From the classical folk style of Kalighat to the provincial Mughal style from Bundelkhand, 101 artworks from 21 schools of miniature painting are currently on display at Delhi's National Museum. Part of the on-going exhibition "Rama Katha", each of these masterpieces depicts significant events from Ramayana. The paintings have been arranged in such a manner as to form a chronological narrative of Rama's life. So the exhibition starts with a 19th century miniature done in Kangra style depicting Sage Narada urging Valmiki to pen down the story of Rama to instances from the Uttarakanda showing Lava and Kusha tying up the sacrificial horse in the hermitage.
"The National Museum has a collection of 17,000 miniature paintings, thus making it one of the largest in the world. 500 of these depict events from the Ramayana; so we have chosen 101 which depict all the schools of miniature paintings," says Vijay Kumar Mathur, curator (learning and education) who has put together the exhibition. So you have the refined Mughal style followed by the Basohli, Guler, Nurpur Mandi, Kangra, Chamba and Bilaspur styles from the Pahari school while the Rajasthani schools of painting are represented by Mewar, Bundi, Kota, Jodhpur, Jaipur, Bikaner, Kishangarh and Deogarh. Especially interesting are the mix of traditional and folk styles from Central India as seen in the miniatures from Malwa, Orchha, Datia, Raghogarh, Bundelkhand and Bijapur.
The exhibition came about as a result of a loan request for miniatures based on the Ramayana by the Royal Museums of Art and History in Brussels. "We decided to oblige them by doing an exhibition instead. There are nearly 70 paintings in this collection that have never been displayed before, so I took a view that it would be odd if we denied our own people an opportunity to see these masterpieces before it travelled to Brussels in November," says Venu V, director-general, National Museum. Some of these paintings include a solo portrait of Rama done in Basohli style and another one of Ravana sitting alone, sad and pensive in Kangra style. "It is very rare to find solo portraits of either Rama or Ravana," says Mathur.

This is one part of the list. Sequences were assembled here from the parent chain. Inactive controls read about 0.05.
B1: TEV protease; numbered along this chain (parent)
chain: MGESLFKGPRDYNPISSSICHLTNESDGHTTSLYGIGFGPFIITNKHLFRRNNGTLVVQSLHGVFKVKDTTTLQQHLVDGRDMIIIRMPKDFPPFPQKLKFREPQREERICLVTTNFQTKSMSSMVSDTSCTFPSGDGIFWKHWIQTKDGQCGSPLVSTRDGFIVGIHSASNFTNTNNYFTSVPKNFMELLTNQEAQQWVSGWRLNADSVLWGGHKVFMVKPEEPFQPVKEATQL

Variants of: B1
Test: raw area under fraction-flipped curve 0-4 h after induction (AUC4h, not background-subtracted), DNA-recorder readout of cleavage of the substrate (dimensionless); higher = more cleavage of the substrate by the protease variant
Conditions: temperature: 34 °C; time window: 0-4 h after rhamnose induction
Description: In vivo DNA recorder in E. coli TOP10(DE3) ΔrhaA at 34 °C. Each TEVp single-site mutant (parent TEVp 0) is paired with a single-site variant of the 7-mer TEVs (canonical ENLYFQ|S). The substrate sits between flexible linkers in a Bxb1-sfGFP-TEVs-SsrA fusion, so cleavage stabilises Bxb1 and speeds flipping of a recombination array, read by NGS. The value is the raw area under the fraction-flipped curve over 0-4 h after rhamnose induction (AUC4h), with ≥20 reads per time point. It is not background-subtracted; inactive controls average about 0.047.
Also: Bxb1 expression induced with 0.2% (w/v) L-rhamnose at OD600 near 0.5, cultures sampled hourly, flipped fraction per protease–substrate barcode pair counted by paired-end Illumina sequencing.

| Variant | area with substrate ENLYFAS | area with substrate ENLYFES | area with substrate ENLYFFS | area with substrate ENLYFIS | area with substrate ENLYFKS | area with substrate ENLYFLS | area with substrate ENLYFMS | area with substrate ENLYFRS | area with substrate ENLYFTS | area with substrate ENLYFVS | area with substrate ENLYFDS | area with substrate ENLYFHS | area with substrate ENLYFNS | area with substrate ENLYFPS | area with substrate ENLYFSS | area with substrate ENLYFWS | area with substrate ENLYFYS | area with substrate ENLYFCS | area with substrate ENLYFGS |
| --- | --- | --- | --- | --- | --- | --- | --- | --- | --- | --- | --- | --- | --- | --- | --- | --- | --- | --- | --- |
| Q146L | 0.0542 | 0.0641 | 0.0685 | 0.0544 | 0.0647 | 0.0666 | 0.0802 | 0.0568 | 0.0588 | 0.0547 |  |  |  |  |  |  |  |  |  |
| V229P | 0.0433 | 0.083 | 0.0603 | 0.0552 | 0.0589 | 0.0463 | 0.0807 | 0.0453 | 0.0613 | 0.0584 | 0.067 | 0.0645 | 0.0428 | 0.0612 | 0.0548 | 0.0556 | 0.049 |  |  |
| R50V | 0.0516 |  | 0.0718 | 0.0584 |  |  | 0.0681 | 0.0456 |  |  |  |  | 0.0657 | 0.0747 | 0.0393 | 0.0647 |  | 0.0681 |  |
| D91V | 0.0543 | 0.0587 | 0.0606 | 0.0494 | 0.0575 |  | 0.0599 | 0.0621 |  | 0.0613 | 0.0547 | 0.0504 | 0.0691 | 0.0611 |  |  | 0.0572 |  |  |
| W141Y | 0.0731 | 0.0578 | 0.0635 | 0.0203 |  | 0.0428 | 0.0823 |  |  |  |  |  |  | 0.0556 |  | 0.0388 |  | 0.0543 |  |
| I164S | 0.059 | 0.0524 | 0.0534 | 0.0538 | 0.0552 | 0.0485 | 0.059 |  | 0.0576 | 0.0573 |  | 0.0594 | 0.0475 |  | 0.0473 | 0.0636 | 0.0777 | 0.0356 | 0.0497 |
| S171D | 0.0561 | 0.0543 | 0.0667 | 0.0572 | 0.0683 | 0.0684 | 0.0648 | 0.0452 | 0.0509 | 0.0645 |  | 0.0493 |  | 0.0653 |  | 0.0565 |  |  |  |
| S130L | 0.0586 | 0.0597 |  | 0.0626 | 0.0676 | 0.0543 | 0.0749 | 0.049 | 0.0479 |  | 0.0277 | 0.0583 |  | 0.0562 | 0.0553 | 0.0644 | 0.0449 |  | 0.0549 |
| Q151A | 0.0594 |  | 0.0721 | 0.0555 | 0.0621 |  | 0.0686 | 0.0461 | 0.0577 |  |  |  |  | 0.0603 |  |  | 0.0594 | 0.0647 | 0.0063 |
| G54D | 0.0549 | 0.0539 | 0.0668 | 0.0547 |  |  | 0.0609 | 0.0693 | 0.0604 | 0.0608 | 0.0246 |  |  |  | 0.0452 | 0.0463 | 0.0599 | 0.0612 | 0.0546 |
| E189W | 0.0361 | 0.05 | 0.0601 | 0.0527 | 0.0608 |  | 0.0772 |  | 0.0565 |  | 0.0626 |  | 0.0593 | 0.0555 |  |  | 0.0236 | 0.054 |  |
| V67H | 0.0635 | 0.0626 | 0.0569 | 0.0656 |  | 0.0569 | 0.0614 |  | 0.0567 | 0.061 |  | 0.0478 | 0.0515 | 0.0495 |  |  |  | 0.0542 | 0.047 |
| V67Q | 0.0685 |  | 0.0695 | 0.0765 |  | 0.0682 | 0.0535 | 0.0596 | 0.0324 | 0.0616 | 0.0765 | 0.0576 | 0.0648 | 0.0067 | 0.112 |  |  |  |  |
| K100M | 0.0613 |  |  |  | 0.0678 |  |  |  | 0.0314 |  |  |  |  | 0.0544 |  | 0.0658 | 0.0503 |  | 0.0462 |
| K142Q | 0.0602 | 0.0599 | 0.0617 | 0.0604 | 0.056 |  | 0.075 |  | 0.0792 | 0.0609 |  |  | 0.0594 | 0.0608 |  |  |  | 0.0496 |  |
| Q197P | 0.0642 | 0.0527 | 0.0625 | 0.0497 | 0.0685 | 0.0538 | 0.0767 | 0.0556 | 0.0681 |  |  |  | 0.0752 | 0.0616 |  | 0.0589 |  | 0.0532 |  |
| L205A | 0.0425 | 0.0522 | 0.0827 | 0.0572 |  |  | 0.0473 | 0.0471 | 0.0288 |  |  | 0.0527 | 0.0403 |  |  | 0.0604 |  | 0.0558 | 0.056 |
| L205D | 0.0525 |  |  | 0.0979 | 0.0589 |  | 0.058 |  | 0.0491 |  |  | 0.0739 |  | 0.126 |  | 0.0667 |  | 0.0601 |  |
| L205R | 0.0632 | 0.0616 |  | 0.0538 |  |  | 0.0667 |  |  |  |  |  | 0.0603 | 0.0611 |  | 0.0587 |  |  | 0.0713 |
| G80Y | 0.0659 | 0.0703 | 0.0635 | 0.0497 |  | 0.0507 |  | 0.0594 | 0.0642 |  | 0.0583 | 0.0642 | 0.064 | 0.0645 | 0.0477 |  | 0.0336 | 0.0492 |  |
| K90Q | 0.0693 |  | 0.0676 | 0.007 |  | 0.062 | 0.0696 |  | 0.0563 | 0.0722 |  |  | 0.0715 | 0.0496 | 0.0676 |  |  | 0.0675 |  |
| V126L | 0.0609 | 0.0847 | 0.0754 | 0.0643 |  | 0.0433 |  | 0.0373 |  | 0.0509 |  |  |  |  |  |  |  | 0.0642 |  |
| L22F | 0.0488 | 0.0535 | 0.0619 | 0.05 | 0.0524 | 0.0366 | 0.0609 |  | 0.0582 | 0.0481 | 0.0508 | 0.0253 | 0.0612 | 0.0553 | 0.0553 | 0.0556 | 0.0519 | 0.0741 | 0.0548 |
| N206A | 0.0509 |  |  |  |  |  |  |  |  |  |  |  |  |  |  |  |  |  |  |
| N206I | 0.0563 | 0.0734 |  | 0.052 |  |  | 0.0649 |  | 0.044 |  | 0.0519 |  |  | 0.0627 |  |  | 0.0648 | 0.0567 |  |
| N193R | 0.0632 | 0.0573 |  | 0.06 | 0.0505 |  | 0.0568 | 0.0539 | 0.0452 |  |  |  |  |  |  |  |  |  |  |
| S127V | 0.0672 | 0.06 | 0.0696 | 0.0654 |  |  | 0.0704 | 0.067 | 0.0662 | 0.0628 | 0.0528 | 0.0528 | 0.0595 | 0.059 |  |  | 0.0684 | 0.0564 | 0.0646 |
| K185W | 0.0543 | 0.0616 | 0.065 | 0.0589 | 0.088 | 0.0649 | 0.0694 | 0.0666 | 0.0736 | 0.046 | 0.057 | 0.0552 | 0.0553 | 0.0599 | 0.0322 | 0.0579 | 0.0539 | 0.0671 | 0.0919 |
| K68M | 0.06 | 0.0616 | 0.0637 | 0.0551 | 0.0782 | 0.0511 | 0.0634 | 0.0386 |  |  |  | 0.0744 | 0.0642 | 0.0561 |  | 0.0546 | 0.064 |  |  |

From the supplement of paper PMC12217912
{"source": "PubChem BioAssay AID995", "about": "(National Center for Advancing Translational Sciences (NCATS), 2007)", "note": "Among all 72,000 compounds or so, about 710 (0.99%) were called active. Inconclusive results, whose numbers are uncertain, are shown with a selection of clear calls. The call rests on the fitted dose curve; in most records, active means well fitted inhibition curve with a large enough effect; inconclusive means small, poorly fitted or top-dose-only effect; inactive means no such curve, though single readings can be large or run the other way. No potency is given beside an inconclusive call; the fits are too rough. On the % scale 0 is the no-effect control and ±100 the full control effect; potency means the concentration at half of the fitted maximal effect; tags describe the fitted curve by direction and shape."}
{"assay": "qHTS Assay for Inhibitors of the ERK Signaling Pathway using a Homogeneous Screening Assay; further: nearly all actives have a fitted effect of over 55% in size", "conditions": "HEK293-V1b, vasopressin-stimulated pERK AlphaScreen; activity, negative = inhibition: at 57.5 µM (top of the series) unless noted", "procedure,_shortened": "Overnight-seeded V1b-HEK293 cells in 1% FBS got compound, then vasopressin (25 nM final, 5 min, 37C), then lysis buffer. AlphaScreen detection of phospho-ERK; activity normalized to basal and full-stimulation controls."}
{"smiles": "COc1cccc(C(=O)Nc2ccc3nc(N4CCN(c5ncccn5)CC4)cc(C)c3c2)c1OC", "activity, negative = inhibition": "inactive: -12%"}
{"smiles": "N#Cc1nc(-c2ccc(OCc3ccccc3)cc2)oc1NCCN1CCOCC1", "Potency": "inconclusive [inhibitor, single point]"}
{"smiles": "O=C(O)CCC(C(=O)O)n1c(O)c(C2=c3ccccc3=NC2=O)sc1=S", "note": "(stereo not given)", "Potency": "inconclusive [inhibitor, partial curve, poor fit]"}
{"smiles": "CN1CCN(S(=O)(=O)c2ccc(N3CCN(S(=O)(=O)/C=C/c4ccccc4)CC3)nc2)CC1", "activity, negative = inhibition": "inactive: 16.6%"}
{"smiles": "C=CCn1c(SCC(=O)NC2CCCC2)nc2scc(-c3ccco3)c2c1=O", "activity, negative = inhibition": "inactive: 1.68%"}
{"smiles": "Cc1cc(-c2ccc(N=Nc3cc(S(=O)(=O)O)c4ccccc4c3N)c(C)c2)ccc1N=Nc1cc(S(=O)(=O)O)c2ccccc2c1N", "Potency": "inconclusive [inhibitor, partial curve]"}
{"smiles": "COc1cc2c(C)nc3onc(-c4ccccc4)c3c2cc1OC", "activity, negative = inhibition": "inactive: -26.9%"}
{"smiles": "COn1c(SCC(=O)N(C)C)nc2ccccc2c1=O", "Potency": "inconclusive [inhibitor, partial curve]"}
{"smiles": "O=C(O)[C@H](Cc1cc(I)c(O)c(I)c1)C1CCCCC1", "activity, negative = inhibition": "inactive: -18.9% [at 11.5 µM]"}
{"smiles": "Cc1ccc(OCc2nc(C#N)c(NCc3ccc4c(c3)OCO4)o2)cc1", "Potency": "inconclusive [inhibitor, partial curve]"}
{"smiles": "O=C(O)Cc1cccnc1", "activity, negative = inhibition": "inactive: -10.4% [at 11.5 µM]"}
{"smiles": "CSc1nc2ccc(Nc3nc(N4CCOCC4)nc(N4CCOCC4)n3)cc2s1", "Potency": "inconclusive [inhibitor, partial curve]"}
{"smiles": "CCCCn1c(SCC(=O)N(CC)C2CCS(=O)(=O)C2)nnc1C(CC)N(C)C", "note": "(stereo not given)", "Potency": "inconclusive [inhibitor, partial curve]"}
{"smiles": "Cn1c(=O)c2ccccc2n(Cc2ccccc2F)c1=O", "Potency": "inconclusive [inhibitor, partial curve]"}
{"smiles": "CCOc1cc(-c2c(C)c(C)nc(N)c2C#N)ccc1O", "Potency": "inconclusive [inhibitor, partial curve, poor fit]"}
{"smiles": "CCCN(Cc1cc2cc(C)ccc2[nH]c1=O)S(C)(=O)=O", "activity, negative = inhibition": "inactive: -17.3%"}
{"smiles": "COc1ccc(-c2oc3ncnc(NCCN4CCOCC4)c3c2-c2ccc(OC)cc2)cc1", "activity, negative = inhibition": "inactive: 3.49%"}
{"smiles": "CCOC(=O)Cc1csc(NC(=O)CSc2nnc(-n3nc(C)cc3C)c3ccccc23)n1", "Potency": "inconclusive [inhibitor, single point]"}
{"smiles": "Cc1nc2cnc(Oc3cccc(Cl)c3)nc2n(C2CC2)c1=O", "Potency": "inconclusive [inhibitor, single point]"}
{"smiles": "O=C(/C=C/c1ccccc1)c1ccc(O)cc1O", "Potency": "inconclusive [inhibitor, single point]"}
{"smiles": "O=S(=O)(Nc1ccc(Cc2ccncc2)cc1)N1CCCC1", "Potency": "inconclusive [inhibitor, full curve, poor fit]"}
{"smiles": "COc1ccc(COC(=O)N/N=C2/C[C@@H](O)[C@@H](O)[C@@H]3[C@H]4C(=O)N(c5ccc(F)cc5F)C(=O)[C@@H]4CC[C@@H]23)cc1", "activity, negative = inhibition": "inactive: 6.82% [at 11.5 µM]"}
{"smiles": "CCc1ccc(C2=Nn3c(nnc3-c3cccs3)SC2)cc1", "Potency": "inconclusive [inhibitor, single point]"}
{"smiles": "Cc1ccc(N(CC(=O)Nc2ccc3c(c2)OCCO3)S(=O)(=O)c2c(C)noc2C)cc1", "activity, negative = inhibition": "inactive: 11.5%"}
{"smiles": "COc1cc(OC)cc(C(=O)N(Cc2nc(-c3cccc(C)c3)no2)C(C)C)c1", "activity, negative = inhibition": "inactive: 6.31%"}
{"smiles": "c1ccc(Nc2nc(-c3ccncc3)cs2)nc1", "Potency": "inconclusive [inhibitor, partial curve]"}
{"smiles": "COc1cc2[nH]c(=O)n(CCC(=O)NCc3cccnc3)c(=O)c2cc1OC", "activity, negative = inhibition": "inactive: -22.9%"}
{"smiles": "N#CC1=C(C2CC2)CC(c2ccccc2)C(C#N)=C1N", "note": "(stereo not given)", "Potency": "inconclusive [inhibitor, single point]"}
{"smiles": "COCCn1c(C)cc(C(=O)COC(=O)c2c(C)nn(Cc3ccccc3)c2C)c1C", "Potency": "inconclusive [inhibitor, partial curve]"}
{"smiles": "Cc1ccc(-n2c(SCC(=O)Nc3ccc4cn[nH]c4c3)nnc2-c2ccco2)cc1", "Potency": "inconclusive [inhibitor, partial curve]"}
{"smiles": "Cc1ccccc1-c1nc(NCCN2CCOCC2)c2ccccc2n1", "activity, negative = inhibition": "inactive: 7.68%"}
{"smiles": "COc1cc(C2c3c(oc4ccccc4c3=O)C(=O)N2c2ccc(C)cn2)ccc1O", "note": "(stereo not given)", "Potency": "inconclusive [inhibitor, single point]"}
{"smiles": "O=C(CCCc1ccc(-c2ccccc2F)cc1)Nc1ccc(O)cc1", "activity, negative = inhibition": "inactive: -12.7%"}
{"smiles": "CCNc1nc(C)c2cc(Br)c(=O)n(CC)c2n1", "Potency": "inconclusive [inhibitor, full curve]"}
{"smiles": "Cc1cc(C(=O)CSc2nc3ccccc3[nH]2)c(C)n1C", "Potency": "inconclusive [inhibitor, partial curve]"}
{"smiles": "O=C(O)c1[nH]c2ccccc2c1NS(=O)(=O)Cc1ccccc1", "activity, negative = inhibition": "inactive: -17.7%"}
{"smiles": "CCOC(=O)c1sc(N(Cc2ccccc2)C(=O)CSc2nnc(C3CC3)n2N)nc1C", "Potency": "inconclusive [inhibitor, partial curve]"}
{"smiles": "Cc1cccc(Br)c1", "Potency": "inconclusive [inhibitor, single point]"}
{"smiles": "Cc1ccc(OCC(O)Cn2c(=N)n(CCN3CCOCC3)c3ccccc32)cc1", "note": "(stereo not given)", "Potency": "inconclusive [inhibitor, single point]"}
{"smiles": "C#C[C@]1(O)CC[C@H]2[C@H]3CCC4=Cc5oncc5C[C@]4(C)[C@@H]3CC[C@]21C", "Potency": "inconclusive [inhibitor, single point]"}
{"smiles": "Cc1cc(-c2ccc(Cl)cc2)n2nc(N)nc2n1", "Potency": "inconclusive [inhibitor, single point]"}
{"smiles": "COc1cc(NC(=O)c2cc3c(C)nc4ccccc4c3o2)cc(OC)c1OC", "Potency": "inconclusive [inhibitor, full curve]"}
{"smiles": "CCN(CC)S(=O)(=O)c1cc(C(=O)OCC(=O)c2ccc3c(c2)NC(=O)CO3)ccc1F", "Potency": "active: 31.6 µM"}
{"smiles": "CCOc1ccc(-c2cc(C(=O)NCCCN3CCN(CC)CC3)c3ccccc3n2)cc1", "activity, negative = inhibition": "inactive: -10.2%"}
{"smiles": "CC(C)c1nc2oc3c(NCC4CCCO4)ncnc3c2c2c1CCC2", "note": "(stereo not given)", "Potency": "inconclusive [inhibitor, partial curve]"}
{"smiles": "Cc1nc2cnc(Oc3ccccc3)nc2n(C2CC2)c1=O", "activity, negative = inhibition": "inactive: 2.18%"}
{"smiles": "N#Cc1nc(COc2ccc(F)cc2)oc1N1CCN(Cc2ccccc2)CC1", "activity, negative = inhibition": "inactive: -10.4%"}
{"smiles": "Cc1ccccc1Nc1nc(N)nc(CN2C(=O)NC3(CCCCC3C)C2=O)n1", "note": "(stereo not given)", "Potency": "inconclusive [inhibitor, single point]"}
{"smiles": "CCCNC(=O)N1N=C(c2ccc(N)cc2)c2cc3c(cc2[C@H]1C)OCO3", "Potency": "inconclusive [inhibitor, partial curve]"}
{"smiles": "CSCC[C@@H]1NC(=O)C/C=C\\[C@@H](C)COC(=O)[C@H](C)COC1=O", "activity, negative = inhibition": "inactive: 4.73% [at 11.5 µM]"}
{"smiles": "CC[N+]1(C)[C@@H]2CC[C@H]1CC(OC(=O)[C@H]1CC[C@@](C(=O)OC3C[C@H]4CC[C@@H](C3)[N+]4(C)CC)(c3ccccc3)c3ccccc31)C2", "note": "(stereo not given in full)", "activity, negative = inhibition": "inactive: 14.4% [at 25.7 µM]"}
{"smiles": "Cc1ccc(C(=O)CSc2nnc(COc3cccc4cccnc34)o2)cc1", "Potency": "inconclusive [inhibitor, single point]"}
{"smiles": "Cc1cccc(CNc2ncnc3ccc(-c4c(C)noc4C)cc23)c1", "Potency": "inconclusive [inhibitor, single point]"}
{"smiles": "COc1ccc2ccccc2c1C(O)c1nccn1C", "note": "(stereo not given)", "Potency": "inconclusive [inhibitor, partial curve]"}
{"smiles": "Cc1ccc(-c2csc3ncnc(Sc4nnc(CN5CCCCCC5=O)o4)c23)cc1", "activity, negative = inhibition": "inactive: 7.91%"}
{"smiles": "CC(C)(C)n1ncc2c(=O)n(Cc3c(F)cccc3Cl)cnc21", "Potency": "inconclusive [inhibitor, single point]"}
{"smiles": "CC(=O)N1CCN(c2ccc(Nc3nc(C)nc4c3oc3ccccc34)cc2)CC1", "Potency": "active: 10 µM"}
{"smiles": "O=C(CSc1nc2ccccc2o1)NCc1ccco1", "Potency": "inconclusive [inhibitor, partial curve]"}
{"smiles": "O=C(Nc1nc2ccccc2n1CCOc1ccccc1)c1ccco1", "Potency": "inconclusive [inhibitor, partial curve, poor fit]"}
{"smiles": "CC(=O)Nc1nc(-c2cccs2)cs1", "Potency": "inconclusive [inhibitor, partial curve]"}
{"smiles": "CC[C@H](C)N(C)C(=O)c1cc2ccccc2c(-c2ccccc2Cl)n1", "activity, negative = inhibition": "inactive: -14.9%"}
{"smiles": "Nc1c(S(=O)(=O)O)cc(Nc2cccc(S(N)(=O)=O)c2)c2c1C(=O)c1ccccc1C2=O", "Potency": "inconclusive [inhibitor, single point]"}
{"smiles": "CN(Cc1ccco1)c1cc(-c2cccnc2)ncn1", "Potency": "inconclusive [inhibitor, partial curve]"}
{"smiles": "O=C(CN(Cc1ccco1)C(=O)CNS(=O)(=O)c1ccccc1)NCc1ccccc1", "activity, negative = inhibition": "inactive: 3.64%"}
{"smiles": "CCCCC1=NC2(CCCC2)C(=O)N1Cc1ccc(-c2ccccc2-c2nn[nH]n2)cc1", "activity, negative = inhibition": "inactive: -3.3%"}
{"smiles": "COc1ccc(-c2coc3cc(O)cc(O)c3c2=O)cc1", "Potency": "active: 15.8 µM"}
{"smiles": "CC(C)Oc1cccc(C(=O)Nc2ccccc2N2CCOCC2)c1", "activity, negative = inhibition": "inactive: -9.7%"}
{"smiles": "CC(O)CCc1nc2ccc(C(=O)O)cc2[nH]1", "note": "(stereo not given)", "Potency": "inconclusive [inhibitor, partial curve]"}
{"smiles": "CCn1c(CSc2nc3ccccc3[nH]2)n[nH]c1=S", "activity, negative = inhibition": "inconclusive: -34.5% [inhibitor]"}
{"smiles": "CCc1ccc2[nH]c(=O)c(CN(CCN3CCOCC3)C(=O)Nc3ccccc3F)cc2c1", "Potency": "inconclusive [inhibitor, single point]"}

There is also a painting done in Mughal style showing Rama breaking Shiva's bow which is burnt on the edges. "We call it the burnt Ramayana. It was found by us in this condition only, but we worked hard to restore it," he explains. Each of these miniatures is swathed in cloth and stored in wooden boxes. "We check each of these periodically and send them to the conservation lab for chemical treatment if the colours start flaking. However, we don't retouch or re-colour any of these," elaborates Mathur.
The miniatures done in Bikaner-Deccan mixed style stand out for their intricate detailing. The story goes that Emperor Aurangzeb, who spent considerable time in Central India, drowned books and paintings based on the Ramayana and Mahabharata. "Anup Singh of Bikaner, who had fought with distinction in Deccan, saved all the manuscripts and carted them to safety to his kingdom. It is believed that those rare manuscripts are still preserved in the Anup Sanskrit Library but are not open to public. He also brought artists from Deccan to Bikaner, hence the mixed style," says Mathur.
There are certain instances from the Ramayana that have been interpreted by different artists from different schools of painting. So you have the story of Rama in pursuit of the golden deer being told in Orchha style dating back to the 17th century, in Mandi style from the mid-18th century Shangri Ramayana folio and the Kalighat style from the 19th century. "When you have these variations side by side, it gives you an opportunity to view and understand the different styles. Every school of painting approaches each event - be it the Rama-Sita wedding or Jatayu attacking Ravana - from its own contextual point of view," says Venu.